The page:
The author has identified the following significant results. Twenty Data Collection Platforms (DCP) are being field installed on USGS water resources stations in the Delaware River Basin. DCP's have been successfully installed and are operating well on five stream gaging stations, three observation wells, and one water quality monitor in the basin. DCP's have been installed at nine additional water quality monitors, and work is progressing on interfacing the platforms to the monitors. ERTS-related water resources data from the platforms are being provided in near real time, by the Goddard Space Flight Center to the Pennsylvania district, Water Resources Division, U.S. Geological Survey. On a daily basis, the data are computer processed by the Survey and provided to the Delaware River Basin Commission. Each daily summary contains data that were relayed during 4 or 5 of the 15 orbits made by ERTS-1 during the previous day. Water resources parameters relays by the platforms include dissolved oxygen concentrations, temperature, pH, specific conductance, well level, and stream gage height, which is used to compute stream flow for the daily summary.

  5. Sustainable water services and interaction with water resources in Europe and in Brazil

    Science.gov (United States)

    Barraqué, B.; Formiga Johnsson, R. M.; Britto, A. L.

    2007-09-01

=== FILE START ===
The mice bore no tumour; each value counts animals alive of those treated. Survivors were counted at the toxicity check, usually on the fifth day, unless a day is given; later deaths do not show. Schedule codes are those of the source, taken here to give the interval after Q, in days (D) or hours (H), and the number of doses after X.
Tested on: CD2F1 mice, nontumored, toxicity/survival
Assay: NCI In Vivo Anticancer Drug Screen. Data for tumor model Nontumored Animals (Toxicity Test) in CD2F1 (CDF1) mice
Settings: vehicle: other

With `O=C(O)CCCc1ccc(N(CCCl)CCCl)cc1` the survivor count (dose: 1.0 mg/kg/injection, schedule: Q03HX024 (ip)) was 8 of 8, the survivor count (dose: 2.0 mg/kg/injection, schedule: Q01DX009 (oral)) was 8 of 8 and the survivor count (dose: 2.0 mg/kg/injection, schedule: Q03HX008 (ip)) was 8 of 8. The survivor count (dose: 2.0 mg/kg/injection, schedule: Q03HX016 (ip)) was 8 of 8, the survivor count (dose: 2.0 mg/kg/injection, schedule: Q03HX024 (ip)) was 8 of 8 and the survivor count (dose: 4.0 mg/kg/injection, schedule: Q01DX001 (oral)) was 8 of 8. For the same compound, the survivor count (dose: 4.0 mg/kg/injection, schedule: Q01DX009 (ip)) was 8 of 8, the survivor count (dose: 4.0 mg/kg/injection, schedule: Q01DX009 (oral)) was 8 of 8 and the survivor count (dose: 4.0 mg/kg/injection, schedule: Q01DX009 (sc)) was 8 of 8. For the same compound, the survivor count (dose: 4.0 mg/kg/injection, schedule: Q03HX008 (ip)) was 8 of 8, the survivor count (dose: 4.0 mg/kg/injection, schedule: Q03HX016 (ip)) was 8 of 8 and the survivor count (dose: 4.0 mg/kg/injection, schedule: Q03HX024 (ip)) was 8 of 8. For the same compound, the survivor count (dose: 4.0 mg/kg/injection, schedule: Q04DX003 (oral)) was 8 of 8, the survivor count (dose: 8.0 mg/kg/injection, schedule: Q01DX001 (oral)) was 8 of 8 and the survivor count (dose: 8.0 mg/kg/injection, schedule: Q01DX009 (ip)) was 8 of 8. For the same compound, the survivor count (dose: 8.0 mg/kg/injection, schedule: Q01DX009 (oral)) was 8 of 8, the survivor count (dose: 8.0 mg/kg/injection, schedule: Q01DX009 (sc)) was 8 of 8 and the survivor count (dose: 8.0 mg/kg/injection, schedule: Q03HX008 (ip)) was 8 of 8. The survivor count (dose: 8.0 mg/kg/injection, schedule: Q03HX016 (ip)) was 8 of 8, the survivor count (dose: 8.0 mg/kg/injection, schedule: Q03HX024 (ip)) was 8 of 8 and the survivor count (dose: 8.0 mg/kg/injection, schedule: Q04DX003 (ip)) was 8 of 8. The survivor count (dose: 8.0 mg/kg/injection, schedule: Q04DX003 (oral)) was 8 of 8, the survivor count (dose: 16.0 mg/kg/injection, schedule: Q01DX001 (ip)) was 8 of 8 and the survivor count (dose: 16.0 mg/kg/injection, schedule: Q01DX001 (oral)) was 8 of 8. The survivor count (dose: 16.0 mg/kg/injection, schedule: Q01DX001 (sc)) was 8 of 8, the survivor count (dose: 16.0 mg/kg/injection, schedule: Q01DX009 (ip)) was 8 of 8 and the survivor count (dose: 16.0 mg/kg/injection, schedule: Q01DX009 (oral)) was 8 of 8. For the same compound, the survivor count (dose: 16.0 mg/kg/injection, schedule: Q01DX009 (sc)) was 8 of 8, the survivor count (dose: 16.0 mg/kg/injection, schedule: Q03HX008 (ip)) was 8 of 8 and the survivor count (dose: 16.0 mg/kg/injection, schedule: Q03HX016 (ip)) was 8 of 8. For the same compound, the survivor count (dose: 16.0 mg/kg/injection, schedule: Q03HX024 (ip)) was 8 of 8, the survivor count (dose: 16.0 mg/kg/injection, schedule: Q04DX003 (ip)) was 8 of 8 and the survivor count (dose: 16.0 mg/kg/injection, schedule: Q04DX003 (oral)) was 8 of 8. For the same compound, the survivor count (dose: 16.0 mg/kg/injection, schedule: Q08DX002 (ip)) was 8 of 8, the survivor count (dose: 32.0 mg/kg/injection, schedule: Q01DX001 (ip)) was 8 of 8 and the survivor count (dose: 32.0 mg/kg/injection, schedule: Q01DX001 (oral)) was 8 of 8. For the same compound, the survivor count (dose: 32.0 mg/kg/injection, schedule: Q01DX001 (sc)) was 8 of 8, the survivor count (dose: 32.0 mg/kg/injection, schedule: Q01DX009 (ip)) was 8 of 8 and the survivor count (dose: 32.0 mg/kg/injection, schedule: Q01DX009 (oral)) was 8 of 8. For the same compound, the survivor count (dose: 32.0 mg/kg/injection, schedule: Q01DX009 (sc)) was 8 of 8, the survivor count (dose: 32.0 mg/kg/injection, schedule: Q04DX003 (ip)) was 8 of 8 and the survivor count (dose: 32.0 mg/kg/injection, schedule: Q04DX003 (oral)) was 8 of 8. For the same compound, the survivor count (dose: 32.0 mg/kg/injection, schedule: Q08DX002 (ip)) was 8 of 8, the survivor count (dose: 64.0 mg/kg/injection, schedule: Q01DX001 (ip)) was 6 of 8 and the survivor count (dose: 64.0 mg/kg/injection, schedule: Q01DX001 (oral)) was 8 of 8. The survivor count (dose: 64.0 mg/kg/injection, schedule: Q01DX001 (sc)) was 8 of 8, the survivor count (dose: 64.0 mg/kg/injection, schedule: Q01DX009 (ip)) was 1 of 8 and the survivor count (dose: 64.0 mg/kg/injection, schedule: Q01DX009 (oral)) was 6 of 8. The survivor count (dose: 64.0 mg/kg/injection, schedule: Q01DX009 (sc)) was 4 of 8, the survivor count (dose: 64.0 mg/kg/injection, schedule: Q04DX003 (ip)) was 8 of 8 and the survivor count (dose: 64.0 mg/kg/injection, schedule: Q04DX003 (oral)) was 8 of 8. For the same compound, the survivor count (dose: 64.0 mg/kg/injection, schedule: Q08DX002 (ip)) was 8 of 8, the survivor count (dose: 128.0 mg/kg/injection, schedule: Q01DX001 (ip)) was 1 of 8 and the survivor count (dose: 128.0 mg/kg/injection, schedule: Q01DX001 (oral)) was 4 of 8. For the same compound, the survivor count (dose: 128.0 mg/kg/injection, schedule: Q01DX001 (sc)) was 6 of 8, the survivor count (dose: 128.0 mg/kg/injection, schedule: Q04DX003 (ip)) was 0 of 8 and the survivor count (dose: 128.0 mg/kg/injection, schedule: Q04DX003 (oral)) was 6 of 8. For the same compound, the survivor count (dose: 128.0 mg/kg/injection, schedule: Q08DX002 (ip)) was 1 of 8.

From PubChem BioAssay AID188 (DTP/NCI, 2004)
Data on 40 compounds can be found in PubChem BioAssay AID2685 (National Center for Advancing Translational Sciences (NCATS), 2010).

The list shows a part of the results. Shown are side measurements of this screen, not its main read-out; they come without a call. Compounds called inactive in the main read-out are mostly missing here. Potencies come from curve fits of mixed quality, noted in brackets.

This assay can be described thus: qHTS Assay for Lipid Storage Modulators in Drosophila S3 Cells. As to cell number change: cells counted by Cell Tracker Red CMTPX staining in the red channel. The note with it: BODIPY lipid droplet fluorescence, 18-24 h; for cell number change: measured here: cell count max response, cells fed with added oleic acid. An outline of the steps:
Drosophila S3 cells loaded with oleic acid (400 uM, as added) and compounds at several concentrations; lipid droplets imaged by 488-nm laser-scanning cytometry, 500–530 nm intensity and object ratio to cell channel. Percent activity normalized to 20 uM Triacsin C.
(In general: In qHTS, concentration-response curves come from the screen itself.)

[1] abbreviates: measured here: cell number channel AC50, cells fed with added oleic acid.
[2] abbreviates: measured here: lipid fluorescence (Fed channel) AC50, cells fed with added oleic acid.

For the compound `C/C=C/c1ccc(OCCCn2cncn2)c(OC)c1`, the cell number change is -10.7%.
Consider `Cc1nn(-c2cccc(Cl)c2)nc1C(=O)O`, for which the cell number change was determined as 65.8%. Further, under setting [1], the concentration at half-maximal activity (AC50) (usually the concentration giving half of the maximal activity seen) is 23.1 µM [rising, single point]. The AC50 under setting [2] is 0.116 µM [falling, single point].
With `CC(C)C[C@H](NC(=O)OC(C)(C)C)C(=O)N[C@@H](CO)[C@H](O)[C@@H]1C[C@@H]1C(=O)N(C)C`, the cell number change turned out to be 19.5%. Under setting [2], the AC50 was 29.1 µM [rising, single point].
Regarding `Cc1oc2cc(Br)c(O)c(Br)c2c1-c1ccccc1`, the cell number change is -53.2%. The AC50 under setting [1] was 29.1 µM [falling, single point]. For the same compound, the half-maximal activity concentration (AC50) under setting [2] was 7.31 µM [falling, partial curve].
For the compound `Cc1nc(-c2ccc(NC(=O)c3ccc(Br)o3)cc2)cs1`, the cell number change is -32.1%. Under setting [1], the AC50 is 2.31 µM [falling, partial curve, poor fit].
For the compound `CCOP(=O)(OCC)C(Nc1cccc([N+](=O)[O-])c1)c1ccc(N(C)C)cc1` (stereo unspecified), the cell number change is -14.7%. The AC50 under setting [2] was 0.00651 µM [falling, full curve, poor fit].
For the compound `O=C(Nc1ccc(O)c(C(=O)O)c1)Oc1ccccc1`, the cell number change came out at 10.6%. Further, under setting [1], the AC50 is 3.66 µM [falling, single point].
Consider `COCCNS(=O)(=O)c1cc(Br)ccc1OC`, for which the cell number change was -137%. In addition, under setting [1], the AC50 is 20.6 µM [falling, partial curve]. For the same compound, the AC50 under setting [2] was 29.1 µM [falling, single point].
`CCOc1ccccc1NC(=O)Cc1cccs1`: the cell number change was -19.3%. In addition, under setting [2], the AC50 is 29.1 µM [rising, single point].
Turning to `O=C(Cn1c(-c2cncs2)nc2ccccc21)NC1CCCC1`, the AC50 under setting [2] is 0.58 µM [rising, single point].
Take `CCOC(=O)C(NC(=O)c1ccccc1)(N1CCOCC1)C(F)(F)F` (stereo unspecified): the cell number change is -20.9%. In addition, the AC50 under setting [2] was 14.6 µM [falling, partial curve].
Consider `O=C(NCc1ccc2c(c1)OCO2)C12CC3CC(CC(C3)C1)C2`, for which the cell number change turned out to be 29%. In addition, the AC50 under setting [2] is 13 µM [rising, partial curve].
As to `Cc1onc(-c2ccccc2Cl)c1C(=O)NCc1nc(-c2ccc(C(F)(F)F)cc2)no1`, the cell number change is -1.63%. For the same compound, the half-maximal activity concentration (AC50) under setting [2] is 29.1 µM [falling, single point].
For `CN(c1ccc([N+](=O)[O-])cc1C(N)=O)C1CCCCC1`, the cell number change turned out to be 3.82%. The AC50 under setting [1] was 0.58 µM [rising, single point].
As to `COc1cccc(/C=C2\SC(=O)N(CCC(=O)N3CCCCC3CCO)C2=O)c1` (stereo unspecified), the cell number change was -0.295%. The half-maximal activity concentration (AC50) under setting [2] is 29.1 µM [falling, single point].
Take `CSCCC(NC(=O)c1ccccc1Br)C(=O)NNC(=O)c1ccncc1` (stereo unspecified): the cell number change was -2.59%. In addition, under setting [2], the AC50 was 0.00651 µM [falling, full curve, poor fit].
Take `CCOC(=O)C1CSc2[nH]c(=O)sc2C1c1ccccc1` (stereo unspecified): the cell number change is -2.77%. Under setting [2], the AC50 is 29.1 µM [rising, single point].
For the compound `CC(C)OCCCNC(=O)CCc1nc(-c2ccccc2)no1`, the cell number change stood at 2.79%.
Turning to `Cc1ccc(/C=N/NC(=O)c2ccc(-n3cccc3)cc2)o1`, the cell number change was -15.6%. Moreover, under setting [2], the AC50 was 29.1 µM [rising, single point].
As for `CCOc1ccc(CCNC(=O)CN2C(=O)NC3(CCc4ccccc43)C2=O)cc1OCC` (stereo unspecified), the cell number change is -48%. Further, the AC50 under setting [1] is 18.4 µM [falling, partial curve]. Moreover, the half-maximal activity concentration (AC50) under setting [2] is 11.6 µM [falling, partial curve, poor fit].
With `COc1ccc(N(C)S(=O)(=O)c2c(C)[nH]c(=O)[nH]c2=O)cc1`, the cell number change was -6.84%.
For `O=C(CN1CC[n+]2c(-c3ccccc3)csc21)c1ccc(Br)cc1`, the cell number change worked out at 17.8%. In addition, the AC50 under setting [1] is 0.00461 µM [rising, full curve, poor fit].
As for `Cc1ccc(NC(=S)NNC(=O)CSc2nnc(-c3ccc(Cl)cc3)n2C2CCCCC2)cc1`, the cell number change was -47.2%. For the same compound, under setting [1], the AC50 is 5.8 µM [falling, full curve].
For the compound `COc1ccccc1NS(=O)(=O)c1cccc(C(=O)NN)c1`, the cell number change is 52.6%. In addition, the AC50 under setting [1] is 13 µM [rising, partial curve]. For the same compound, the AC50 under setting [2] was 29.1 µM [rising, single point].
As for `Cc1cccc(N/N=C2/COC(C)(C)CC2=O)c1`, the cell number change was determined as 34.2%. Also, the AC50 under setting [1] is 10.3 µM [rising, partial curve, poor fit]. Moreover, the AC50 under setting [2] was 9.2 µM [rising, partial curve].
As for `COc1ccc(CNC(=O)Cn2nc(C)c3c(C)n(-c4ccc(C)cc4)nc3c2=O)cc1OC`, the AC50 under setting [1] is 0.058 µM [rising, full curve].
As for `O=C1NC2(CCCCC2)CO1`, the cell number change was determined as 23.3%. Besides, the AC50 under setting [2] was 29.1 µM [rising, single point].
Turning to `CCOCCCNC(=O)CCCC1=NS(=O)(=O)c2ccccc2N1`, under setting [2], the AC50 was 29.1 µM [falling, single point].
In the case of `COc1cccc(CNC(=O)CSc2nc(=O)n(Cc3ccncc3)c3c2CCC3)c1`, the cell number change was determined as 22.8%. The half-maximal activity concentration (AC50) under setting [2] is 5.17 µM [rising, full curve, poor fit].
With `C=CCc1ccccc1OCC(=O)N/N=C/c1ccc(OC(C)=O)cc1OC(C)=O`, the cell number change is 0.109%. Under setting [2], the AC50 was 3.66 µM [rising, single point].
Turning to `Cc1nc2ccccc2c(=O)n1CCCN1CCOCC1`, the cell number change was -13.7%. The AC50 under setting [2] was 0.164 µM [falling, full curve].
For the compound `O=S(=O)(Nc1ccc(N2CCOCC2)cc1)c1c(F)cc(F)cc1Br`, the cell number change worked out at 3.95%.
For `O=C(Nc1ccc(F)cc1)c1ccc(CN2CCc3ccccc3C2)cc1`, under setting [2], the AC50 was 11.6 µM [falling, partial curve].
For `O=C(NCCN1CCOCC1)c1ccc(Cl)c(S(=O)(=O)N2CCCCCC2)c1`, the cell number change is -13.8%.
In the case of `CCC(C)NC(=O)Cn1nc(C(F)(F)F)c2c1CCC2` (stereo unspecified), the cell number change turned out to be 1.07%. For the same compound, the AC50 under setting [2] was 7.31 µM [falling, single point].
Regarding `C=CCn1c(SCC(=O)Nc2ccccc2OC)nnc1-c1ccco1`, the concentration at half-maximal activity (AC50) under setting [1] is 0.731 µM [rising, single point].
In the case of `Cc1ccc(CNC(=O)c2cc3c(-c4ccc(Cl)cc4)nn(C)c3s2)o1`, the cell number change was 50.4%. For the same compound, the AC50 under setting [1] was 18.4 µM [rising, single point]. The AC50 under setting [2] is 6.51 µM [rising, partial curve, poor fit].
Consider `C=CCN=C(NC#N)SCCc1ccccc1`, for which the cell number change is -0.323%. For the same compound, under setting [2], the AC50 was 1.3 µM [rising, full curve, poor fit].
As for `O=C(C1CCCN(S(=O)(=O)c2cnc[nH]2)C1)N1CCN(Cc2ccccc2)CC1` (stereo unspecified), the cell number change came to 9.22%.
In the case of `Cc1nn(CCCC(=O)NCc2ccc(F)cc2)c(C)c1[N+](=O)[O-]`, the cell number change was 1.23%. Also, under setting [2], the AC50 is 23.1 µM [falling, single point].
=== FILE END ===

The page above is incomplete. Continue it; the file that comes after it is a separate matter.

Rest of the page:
The increasing interaction between large cities and nature makes "urban water" an issue: water resources and water services - including public water supply, sewage collection and treatment, and in large cities, storm water control -, which had become separate issues thanks to the process of water transport and treatment technologies, are now increasingly interfering with each other. We cannot take nature for granted anymore, and we need to protect water resources, if only to reduce the long term cost of transporting and treating water. In this paper, we compare the historical development of water industry technologies in European and Brazilian metropolitan areas, in their socio-economic and political context, tracing it through three "ages" of water technology and services which developed under civil engineering, sanitary engineering, and environmental engineering perspectives: the "quantity of water" and civil engineering paradigm was developed on the assumption that water should be drawn from natural environments far from the cities; in the "water quality" and chemical/sanitation engineering paradigm, water treatment was invented and allowed cities to take water from rivers closer to them and treat it, but also to reduce sewer discharge impacts; finally, the environmental engineering paradigm proposes to overcome the supply side perspective, by introducing demand side management, water conservation, water allocation flexibilisation, and an integrated approach to water services, water resources management, and land use policies.